Bill 21: There’s nothing neutral about enforced neutrality

The story of a Sikh teacher leaving the province because of the legislation has revived debate and a load of hypocrisy.

As a new school year is about to begin and school boards are deciding whether they will comply with Bill 21 or not, a barrage of news articles on Amrit Kaur, a young Sikh Québécoise teacher who is leaving the province because of the legislation, has revived the debate on religious neutrality.

While many are lamenting the fact that qualified Quebec teachers feel compelled to leave their homes — during a time of severe teacher shortages, no less — because their rights are being violated, I see others on social media rejoicing that “religious extremists” are leaving.

It’s no secret that I’m not in favour of Bill 21. I find it simplistic, small-minded legislation that attacks non-existent problems and serves only to appease the fears and preconceived beliefs of people who distrust religion — primarily religions they know little about.  

In his 21 years with the English Montreal School Board, spokesperson Mike Cohen has never had to deal with a single incident of religious proselytism regarding a teacher wearing religious symbols, he recently revealed during an interview with Breakfast Television. “It’s simply never come up,” he said. And yet this legislation pretends to be the solution for this non-existent problem. And in the process, real people who’ve done nothing wrong are being profoundly affected.

What I abhor most about Bill 21, however, is its basis on the erroneous and, frankly, misguided belief that the appearance of neutrality is, de facto, neutrality. It’s predicated on the prejudiced notion that someone with visible religious symbols is a religious extremist slyly seeking out every opportunity to convert everyone in their line of vision to their faith; like a walking, talking billboard for Allah or Jehovah, if you will.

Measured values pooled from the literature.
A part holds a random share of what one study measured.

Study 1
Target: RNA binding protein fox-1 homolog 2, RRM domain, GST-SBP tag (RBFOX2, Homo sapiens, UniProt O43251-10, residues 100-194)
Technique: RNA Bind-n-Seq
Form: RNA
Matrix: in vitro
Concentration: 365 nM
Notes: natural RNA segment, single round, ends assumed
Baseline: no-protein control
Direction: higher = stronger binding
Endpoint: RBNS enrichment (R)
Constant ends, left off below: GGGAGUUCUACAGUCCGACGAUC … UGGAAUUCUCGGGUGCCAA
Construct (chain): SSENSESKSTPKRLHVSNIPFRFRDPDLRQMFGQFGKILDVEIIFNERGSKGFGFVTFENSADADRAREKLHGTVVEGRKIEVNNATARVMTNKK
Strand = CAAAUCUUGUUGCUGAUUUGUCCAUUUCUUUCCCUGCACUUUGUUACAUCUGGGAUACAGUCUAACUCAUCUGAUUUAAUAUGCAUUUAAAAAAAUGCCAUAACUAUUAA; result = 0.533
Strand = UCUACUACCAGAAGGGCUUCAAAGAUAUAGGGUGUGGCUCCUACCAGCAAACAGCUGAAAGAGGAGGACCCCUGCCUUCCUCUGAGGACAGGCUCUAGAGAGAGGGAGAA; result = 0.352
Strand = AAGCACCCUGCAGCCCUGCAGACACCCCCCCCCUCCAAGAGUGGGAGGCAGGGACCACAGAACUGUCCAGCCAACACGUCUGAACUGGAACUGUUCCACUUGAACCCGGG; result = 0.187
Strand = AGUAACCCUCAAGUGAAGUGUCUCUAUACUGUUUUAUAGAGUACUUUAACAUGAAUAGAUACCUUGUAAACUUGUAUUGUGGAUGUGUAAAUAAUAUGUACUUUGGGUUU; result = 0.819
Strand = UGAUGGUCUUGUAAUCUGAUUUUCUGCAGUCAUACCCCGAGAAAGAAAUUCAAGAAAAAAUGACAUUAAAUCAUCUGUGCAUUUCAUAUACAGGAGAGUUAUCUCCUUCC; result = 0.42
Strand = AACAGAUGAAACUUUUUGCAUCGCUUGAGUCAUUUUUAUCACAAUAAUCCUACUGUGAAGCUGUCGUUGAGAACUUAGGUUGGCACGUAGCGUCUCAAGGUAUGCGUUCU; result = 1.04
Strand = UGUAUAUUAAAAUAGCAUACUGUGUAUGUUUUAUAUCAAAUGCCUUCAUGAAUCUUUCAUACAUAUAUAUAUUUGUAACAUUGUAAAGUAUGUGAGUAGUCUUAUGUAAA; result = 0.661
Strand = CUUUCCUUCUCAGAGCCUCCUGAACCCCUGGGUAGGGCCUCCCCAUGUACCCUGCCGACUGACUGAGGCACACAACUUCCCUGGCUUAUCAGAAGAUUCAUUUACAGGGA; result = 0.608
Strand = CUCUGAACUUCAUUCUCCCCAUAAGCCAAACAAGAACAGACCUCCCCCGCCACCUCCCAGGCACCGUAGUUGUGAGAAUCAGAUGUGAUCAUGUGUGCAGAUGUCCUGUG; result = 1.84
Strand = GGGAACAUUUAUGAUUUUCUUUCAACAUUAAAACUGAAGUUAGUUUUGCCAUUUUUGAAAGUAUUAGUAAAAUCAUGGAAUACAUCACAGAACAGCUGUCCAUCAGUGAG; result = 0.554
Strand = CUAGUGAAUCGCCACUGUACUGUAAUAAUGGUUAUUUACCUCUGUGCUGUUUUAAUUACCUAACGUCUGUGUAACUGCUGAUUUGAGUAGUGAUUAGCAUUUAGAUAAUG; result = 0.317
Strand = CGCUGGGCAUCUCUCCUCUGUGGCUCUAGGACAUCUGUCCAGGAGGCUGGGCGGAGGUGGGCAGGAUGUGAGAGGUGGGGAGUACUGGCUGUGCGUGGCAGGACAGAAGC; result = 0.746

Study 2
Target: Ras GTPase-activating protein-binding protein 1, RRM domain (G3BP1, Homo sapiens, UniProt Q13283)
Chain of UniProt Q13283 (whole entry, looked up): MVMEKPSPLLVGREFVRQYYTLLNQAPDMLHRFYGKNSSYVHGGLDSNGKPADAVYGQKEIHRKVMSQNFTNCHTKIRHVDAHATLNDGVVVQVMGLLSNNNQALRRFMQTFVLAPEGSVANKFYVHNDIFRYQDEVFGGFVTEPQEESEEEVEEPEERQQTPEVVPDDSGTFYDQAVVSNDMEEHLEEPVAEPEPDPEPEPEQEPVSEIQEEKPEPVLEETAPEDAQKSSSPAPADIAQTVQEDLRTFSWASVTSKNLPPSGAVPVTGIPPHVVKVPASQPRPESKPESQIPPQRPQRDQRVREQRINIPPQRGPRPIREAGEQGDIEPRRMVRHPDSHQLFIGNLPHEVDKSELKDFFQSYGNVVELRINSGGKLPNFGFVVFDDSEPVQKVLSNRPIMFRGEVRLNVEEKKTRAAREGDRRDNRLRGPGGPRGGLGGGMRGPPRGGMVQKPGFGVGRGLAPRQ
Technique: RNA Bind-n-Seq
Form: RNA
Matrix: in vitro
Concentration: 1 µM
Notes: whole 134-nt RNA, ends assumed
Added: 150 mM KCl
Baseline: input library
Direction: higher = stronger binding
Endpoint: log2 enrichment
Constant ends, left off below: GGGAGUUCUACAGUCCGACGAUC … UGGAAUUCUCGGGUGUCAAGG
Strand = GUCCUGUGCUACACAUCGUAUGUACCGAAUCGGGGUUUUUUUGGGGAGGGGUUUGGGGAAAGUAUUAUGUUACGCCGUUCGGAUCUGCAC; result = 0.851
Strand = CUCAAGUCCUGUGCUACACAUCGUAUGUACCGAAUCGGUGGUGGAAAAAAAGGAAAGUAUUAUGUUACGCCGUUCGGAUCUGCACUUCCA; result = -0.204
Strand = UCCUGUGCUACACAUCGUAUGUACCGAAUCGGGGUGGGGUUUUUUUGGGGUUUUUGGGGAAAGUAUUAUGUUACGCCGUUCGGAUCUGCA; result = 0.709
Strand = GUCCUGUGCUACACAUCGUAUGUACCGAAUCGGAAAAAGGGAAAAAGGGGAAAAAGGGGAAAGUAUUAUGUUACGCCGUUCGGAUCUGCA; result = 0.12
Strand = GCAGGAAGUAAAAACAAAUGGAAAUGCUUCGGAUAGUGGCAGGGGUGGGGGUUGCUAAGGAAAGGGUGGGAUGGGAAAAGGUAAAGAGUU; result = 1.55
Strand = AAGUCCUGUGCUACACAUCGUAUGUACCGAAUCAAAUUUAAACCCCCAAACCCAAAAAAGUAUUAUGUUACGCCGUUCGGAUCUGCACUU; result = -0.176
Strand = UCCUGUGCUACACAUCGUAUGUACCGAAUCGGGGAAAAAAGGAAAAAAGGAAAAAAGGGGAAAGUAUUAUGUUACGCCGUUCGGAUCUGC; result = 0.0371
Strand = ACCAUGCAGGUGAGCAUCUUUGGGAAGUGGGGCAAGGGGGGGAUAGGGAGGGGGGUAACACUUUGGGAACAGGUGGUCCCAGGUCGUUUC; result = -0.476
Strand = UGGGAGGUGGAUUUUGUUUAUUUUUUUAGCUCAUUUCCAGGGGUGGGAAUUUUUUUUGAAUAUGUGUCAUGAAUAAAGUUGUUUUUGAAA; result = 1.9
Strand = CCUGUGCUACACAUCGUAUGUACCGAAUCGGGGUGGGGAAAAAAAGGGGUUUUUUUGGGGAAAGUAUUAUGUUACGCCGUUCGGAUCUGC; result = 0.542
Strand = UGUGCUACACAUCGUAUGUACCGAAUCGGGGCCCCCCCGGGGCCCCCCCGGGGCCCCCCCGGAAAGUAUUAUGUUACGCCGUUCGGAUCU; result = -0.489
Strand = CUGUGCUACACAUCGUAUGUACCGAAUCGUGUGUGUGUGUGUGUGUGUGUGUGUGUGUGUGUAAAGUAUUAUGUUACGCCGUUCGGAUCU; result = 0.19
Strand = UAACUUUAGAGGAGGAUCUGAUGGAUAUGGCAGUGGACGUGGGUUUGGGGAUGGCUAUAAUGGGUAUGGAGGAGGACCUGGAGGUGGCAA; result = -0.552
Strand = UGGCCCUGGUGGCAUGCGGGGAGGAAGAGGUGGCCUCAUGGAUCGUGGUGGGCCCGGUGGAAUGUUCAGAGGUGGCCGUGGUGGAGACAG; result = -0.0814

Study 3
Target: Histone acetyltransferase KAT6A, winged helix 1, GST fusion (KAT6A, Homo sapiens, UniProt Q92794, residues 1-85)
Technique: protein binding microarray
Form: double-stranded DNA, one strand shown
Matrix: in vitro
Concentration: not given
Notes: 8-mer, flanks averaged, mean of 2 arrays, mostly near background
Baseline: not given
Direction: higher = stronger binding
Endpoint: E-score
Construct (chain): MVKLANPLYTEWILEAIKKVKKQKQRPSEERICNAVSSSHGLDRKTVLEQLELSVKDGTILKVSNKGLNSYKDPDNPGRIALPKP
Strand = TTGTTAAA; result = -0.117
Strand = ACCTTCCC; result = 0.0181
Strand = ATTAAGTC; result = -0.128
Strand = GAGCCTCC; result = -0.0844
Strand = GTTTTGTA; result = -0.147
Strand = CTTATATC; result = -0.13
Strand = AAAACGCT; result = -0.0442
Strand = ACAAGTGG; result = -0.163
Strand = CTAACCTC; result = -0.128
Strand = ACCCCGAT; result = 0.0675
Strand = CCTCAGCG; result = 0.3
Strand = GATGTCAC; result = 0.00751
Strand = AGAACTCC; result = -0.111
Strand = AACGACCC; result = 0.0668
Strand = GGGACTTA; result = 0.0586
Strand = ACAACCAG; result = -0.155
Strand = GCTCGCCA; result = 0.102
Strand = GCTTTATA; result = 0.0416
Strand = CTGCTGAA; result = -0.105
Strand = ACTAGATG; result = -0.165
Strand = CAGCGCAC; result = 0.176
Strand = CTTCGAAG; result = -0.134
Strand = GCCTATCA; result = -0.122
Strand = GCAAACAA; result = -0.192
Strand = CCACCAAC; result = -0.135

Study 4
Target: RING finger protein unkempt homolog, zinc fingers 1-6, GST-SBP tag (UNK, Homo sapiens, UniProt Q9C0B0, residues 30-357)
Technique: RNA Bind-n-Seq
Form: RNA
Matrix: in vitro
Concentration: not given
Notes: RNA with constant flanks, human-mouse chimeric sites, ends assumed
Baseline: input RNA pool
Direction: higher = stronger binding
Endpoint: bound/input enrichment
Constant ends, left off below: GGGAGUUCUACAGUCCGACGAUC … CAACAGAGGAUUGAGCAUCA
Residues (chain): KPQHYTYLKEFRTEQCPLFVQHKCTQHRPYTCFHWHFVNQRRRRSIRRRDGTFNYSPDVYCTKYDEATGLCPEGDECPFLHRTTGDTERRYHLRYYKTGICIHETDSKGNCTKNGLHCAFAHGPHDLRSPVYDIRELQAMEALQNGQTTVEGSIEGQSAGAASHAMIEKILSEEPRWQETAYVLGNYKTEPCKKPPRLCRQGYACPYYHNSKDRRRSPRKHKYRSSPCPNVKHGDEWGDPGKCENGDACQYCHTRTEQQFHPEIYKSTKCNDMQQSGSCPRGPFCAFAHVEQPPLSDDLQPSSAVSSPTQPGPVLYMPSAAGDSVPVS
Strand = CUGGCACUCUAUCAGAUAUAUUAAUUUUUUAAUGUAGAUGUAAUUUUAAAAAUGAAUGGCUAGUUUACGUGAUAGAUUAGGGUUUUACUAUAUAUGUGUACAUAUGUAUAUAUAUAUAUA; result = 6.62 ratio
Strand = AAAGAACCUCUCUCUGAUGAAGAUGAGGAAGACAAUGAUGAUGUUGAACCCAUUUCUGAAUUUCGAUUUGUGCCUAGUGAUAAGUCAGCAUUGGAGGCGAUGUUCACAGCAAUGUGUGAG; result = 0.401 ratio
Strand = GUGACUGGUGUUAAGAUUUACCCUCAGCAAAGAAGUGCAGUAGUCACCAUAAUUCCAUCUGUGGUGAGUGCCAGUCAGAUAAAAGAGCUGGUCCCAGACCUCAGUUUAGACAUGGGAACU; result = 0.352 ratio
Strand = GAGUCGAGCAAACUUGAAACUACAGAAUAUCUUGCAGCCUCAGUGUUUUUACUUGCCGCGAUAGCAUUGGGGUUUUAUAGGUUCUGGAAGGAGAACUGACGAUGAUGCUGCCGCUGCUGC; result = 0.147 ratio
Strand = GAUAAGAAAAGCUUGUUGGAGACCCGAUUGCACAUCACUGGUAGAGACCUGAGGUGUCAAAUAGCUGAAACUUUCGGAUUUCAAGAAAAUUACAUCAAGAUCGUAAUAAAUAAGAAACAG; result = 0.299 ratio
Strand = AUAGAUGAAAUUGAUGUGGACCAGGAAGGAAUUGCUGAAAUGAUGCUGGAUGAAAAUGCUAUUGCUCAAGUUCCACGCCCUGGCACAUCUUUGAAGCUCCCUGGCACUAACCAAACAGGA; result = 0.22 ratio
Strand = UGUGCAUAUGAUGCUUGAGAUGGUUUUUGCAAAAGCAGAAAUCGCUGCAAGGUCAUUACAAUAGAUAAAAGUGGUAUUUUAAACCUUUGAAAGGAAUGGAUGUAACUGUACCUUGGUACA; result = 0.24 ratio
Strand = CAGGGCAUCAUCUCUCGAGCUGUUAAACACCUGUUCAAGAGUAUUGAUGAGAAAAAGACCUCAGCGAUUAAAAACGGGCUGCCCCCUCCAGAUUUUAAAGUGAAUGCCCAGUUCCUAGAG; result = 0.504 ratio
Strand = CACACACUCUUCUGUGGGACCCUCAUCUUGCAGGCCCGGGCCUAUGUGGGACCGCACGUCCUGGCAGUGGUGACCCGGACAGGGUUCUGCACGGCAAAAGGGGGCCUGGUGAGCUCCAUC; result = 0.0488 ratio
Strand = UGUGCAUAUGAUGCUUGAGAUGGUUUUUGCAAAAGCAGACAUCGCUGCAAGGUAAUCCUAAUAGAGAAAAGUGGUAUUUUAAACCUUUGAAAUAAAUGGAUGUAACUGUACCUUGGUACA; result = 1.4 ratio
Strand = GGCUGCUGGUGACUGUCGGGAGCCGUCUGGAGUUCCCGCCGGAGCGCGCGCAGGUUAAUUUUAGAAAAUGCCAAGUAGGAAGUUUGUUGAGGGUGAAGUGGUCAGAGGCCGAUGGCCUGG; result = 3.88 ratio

Isn’t it funny how no one seemed to care about crosses dangling from teachers’ necks — despite Quebec being secular for the better part of 60 years now — until non-Christian religious symbols started making their way into the public arena?

Some folks are simply unable to entertain the notion that you can be visibly religious and yet have no interest whatsoever in proselytizing or converting someone; that you can wear a hijab or a kippah and just go on about your business teaching, living your life, making dinner plans, raising your kids, catching a movie, dreaming of vacation time and hoping this construction comes to an end soon. You know… what every other Quebecer I know is doing.

“If you’re not a religious extremist,” Bill 21 proponents say, “it shouldn’t be all that difficult to simply remove your religious symbol from 9 a.m. to 5 p.m. and then put it back on after work, right?”

Wrong. People are attached to what matters to them.

I live in a place where some folks feel that the mere utterance of a bilingual “Bonjour/Hi!” in downtown Montreal is seen as a grave insult and existential threat to Quebec’s francophone identity; an offence so odious it must be dealt with by throwing the gauntlet and a request for a duel at sunrise. And yet the very same pundits who get up in arms over this attack on their French identity are somehow unable to understand that asking someone to remove an essential element of who they are and how they identify is an affront to their dignity.

To be told that you must dilute and erase who you are, who you were raised to be, how you identify, in order to teach or serve the community as an authority figure is to be told there is something wrong with you that must be rectified, removed, exacted, altered, hidden away. It’s insulting, deeply hurtful, and, most importantly, profoundly ineffective.